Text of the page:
A victory for carp anglers!
90lb common returned to its 10,000-acre home
For many years the carp in French public waters have been the target of British fishery owners. Even though stringent laws make it illegal to bring carp into the UK, the odd few still get through the system. A much easier way to ‘traffic’ these fish is to move them into private fisheries within France, many of which are British owned and advertised as holiday venues.
In the 1990s loopholes within the French system made it completely legal to move such fish, despite outcries from the massive French carping community. After many years of legal cases, the FFPC (Federation Francaise Pêche de la Carpe) managed to change the law surrounding the movement of fish within their waters, making it illegal to take fish for commercial gain.
However, despite this change of law, the clandestine activity of moving carp in France still goes on. Big money can be made by selling large carp over 25kg to private lakes, and scrupulous anglers are as much to blame in this activity as the British lake owners. Very little can be done once a fish has been moved, but this week saw the first ever high-profile case of anglers putting pressure on a lake owner for the return of a fish to a public water.
It all happened when well-known continental carp angler Samir Arebi (of Samir & Clare fame on the Nash Youtube Channel) saw the photograph of Rich Barnes holding a 90¾lb common caught from Etang du Bois in last week’s Carp-Talk. Samir revealed: “Lac du Der Chantecoq in France has for many years been the target of fishery owners interested in taking carp. There are lots of commercial lakes in the area where Chanty is located so it’s easy for them to move fish. Even though we know it goes on, the hardest part is proving that the fish have been taken. Unless people are caught red handed doing it, the only other way we know fish are being taken is through identification.”
Chanty has some massive commons in, and readers may remember that the world record for a public lake was caught from Chanty in 2015 when a Dutch angler caught it weighing 44kg (96lb). Photographs of the fish on the banks of the 10,000-acre lake were published right across Europe. However, a short while later, rumours started to circulate that the fish had been caught again and sold/moved to a commercial fishery within France.
Samir continued: “A short while later we heard rumours that this common had been sold to a British owned French commercial lake. I’ve been waiting a while to see the pictures of it caught from the commercial lake, and last week we saw it in Carp-Talk weighing 90¾lb, reported from Etang du Bois. Straight away I put the pictures on social media and then the story gathered momentum.”
Samir’s story went viral instantly within the carping community, being shared almost a thousand times across Europe. Within France, in particular, momentum gathered amongst the regular Chantecoq anglers, with mounting pressure put on Etang du Bois to return the fish to its rightful home. Samir again: “My phone went crazy with messages from all over France. The French carpers wanted to go round to Etang du Bois and make a statement. Their fish had been stolen so you can imagine how angry they all were. Straight away I contacted the owners of Etang du Bois and told them of the situation.”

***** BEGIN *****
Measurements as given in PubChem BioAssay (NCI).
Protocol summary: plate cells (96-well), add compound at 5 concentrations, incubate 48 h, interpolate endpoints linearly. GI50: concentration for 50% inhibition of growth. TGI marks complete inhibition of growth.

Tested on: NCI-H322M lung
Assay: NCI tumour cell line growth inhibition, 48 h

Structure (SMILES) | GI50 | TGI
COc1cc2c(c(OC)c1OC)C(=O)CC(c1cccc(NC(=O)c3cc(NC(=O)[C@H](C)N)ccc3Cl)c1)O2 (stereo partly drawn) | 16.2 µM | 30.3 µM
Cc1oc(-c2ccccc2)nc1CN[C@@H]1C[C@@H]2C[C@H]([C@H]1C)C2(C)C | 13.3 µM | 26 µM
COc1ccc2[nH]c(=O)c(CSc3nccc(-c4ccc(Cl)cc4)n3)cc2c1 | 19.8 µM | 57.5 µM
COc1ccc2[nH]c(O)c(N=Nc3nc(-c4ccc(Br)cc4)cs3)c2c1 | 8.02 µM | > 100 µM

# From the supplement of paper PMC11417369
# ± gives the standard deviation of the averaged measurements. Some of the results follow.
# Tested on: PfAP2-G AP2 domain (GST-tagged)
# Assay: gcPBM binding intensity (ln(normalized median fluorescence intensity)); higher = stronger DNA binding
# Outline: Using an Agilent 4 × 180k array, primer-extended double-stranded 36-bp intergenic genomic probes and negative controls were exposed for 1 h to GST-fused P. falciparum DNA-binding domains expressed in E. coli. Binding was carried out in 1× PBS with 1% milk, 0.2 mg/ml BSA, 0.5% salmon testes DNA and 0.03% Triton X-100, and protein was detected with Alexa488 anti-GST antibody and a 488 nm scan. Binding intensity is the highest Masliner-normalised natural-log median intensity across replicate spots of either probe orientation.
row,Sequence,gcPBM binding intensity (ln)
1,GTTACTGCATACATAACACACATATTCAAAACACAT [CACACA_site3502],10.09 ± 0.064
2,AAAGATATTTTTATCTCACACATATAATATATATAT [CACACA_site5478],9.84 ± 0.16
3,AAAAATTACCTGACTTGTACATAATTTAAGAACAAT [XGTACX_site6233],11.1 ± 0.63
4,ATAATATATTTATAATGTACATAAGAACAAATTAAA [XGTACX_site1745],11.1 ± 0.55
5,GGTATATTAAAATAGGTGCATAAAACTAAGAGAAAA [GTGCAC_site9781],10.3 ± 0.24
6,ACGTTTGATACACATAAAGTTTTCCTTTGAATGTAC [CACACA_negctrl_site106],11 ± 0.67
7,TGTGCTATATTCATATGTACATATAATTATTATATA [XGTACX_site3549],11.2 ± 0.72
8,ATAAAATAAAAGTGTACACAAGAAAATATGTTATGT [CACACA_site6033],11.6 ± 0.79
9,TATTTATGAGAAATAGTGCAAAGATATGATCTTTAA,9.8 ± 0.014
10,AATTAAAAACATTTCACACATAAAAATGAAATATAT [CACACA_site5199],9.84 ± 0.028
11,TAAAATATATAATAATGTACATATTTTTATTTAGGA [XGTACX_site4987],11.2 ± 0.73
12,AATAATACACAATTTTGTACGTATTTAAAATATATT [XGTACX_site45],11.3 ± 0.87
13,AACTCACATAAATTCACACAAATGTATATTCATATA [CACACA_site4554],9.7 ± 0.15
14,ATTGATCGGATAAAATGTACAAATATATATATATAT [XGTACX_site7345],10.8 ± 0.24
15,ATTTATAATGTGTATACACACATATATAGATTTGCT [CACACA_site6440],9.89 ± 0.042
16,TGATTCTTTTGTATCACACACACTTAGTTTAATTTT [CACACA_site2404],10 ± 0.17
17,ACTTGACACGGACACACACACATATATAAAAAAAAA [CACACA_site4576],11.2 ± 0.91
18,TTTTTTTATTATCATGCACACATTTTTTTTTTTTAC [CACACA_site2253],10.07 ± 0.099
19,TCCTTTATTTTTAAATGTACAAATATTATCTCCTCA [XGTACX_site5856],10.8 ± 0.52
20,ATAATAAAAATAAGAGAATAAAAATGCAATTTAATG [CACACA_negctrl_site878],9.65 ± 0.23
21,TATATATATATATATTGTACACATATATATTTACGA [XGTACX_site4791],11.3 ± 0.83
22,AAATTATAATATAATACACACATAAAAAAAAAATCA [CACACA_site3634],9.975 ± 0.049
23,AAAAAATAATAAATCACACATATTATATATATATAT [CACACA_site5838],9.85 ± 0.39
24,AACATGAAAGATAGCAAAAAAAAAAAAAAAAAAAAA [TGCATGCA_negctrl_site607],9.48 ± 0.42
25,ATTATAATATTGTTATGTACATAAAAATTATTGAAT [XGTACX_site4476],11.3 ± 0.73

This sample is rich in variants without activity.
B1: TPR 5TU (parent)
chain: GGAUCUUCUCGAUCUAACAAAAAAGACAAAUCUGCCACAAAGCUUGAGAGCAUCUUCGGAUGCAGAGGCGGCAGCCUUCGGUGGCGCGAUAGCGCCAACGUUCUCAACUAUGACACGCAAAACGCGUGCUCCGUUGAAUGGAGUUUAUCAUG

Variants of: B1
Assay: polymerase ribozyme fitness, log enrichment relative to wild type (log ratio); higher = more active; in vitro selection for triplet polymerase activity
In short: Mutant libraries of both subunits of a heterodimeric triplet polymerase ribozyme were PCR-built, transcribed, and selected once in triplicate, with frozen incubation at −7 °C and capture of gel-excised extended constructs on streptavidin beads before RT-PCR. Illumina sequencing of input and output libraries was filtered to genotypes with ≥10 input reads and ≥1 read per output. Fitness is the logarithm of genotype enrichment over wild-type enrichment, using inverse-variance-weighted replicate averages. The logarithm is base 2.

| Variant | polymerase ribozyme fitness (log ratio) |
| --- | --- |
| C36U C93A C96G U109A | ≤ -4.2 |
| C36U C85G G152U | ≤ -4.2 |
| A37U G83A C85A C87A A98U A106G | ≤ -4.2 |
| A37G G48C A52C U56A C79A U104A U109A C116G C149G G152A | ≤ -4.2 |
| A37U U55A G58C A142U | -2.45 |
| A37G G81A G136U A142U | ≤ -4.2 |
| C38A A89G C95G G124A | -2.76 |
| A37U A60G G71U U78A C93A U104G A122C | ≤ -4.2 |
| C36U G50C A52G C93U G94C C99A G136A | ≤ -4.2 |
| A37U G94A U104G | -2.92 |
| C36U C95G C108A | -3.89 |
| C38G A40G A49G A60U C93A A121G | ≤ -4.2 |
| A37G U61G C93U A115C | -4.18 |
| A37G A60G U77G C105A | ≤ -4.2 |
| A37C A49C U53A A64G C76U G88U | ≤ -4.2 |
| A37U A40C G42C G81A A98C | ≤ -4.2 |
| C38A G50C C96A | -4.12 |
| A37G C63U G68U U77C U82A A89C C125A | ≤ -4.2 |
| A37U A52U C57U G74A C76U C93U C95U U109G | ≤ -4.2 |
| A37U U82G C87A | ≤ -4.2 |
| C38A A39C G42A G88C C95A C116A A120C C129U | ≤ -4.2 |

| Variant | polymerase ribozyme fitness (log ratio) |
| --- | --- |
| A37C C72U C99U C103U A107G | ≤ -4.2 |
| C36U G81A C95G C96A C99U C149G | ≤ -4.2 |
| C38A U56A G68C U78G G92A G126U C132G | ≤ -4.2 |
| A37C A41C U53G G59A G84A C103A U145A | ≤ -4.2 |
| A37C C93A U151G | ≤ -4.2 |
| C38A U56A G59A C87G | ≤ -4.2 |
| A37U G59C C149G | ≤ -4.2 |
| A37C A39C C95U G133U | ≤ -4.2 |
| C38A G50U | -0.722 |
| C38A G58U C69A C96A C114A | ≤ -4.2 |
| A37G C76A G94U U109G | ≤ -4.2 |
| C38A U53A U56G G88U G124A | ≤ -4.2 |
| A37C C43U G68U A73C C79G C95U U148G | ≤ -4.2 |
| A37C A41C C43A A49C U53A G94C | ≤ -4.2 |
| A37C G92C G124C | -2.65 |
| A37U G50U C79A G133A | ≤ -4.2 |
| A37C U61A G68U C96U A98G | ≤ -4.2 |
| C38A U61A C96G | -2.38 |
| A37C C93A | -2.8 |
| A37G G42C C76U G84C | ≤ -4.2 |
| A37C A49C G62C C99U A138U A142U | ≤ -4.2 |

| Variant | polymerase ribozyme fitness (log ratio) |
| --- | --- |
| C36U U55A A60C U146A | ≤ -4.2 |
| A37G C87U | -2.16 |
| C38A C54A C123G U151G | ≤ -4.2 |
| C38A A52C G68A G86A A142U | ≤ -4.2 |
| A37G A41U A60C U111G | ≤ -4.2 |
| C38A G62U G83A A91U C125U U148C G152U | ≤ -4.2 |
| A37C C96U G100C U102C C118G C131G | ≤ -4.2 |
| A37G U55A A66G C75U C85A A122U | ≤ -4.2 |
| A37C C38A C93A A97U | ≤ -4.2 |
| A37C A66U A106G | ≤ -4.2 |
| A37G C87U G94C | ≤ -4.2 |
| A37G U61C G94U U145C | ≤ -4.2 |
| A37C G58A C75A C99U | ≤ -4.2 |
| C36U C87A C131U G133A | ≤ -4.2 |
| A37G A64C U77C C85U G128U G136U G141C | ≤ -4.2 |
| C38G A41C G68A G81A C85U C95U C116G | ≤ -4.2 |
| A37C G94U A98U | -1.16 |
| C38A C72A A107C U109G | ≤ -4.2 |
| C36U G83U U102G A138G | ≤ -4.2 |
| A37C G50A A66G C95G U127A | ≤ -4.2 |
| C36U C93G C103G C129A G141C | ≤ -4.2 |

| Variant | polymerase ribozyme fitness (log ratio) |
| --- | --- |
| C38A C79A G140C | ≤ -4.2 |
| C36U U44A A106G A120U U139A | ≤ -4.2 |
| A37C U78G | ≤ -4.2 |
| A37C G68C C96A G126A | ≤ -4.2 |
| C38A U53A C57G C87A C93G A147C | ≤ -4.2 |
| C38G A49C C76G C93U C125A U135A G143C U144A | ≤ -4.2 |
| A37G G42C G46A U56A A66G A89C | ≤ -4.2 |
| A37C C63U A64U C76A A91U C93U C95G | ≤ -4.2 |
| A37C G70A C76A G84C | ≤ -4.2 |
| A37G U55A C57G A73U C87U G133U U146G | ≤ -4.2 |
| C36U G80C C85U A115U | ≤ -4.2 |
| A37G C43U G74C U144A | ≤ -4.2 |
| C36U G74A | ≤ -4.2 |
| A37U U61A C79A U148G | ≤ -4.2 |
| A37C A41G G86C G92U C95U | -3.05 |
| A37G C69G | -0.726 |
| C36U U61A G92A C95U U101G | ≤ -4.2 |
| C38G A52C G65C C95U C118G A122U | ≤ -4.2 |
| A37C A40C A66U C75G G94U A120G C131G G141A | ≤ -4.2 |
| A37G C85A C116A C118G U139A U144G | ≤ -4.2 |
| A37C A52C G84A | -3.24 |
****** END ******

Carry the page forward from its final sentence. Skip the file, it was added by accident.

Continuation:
It didn’t take long for the owners of Etang du Bois to get back in contact with Samir. An exchange of messages took place, and then a statement appeared on their Facebook page which read: “Unfortunately we have a fish which we shouldn’t have. It was purchased in good faith around two years ago at a weight of 69lb and was not recognised at that time. If it had been, it would have been turned away and reported. The owner has contacted the Lac du Der Chantecoq committee, gendarme and guarde de pêche. Once the fish is next caught, it will be held and the guarde de pêche will be contacted and they will come and collect it and return it to its rightful place, along with a donation made towards the Lac du Der Chantecoq fishing committee for all that has happened. We would like to strongly apologise to all of our customers and hope that this situation can now be put to rest.”
As fate would have it, less than two days after the social media frenzy, the giant common was caught again from the tiny commercial French venue. Samir was hot on the news and straight onto the owner, applying pressure to move the fish back. Plans were made and the very next day he was racing across France to be there. He continued: “I can’t actually believe after 18 months of knowing about this fish we finally helped to return it to her rightful home. I must give a massive thanks to all who have helped to identify and bring this fish home. The guard de pêche and the family of Lac du Der Chantecoq have all done an outstanding job. I’m also very glad that the pay lake owner had the decency to return the carp quickly.”